Monthly Archives: July 2017
In 1957, Charles Keeling of Scripps Institution of Oceanography began regular measurements of carbon dioxide concentration at Mauna Loa, Hawaii. By 1960, he was already in a position to report a steady increase, together with seasonal variations. In the northern atmosphere, CO2 concentration falls during the spring and summer growing season, but recovers during autumn and winter as vegetable matter decays. This sawtooth pattern is superposed, however, on a steady overall increase.
The Keeling curve and beyond
Charles Keeling died in 2005, but the work is being continued by his son Ralph. When I visited Scripps in 1995, I saw Charles Keeling’s original curve, ink on graph paper, on the wall in the corridor outside his office. That curve has now been designated a National Historic Chemical Landmark, and there are commemorative plaques both at Scripps and at the Mauna Loa Observatory. Charles Keeling’s original paper, freely available here, goes into meticulous detail regarding sample collection, calibration, precautions taken to prevent local contamination, and comparisons between the Mauna Loa data and those that numerous other sites, including the Antarctic and samples collected from an aircraft.
By 1985, the record had been extended backwards in time by analysis of air bubbles trapped in ice cores, with dates ranging from the 1980s to the 1600s and earlier. These dates overlap Keeling’s data, and take us back to pre-industrial times. Before long, the ice core record had been extended to an 160,000 years, taking us into the Ice Ages, while further work has pushed it back to 800,000 years. We have estimates going back far beyond that, but employing indirect methods and with higher uncertainty.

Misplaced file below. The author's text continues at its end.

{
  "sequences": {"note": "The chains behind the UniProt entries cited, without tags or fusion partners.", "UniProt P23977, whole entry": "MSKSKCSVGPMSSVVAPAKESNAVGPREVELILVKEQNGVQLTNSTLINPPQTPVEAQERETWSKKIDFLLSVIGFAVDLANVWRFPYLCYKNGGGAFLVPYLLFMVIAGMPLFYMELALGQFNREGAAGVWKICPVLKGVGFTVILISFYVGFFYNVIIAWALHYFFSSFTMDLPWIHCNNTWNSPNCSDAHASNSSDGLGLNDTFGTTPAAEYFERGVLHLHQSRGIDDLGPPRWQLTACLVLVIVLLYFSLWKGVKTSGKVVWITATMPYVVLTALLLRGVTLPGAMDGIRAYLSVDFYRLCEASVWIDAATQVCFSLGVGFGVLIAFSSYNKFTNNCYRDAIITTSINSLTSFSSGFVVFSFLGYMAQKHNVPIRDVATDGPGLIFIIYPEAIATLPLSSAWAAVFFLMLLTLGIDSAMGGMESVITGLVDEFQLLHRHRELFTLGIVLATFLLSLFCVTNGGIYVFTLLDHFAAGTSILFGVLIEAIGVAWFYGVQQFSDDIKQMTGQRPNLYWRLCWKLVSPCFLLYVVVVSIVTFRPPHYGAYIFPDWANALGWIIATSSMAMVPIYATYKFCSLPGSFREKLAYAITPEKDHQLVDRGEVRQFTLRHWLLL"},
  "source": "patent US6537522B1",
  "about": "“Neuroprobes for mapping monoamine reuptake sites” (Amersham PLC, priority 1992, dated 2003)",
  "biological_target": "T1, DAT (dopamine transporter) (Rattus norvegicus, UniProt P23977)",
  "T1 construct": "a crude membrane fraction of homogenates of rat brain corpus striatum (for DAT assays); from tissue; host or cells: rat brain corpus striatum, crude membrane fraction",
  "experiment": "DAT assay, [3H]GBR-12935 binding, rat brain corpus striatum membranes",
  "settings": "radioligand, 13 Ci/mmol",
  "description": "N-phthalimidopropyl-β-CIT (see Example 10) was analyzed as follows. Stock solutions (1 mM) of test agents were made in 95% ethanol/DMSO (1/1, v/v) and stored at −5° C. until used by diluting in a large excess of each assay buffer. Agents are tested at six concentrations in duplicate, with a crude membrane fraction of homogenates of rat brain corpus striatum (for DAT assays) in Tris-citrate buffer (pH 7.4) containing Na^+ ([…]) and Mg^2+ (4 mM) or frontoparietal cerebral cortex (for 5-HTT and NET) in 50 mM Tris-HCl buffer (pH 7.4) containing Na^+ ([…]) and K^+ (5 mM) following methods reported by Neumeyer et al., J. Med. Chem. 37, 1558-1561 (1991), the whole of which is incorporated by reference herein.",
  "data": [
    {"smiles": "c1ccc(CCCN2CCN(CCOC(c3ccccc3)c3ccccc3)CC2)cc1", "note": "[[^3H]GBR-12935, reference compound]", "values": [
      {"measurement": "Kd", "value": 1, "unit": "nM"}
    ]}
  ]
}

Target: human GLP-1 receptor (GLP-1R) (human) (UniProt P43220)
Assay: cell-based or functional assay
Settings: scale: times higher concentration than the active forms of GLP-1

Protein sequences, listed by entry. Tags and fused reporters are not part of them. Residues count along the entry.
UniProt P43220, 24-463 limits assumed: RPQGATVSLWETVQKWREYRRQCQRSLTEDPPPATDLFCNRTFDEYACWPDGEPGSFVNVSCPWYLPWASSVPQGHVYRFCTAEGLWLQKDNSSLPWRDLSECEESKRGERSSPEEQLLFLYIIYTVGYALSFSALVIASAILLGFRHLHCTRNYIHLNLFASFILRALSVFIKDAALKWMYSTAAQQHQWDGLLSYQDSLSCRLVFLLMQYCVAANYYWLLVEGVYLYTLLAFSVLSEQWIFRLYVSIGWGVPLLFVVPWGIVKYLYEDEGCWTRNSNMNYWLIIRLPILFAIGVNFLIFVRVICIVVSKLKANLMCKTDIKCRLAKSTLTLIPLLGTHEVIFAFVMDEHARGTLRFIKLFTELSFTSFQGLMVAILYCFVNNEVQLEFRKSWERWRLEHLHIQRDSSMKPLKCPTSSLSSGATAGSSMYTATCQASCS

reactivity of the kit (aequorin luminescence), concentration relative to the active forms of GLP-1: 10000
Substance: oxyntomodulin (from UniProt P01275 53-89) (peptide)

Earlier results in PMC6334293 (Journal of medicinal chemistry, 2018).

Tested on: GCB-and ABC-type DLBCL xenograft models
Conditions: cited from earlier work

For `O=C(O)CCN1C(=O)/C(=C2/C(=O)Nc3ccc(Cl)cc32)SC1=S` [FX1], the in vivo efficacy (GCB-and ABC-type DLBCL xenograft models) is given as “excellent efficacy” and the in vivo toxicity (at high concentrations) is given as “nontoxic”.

During the Ice Ages, carbon dioxide played a dual role, as product and as agent. The temperature oscillations at this time were driven primarily by subtle changes in the Earth’s motion (so-called Milankovitch cycles). But carbon dioxide is less soluble at higher temperatures (which is why your carbonated drink fizzes inside your mouth). And so in the first place the rise and fall of temperature led to a rise and fall of carbon dioxide in the atmosphere, as the oceans released and reabsorbed the gas. But then, the changes in carbon dioxide concentration amplified the original effect, since more carbon dioxide acting as a greenhouse gas makes the Earth lose heat less efficiently into space.
To summarise the results, current levels of CO2 are the highest they have been for over twenty million years. In the centuries leading up to 1800, Read the rest of this entry
Read his own words. Source: White House transcript of remarks aboard Air Force One.
Border wall could be solar. Must be transparent because of danger from bags of drugs being thrown over. 700 to 900 miles would be enough because of natural barriers and some areas so remote that no one crosses there.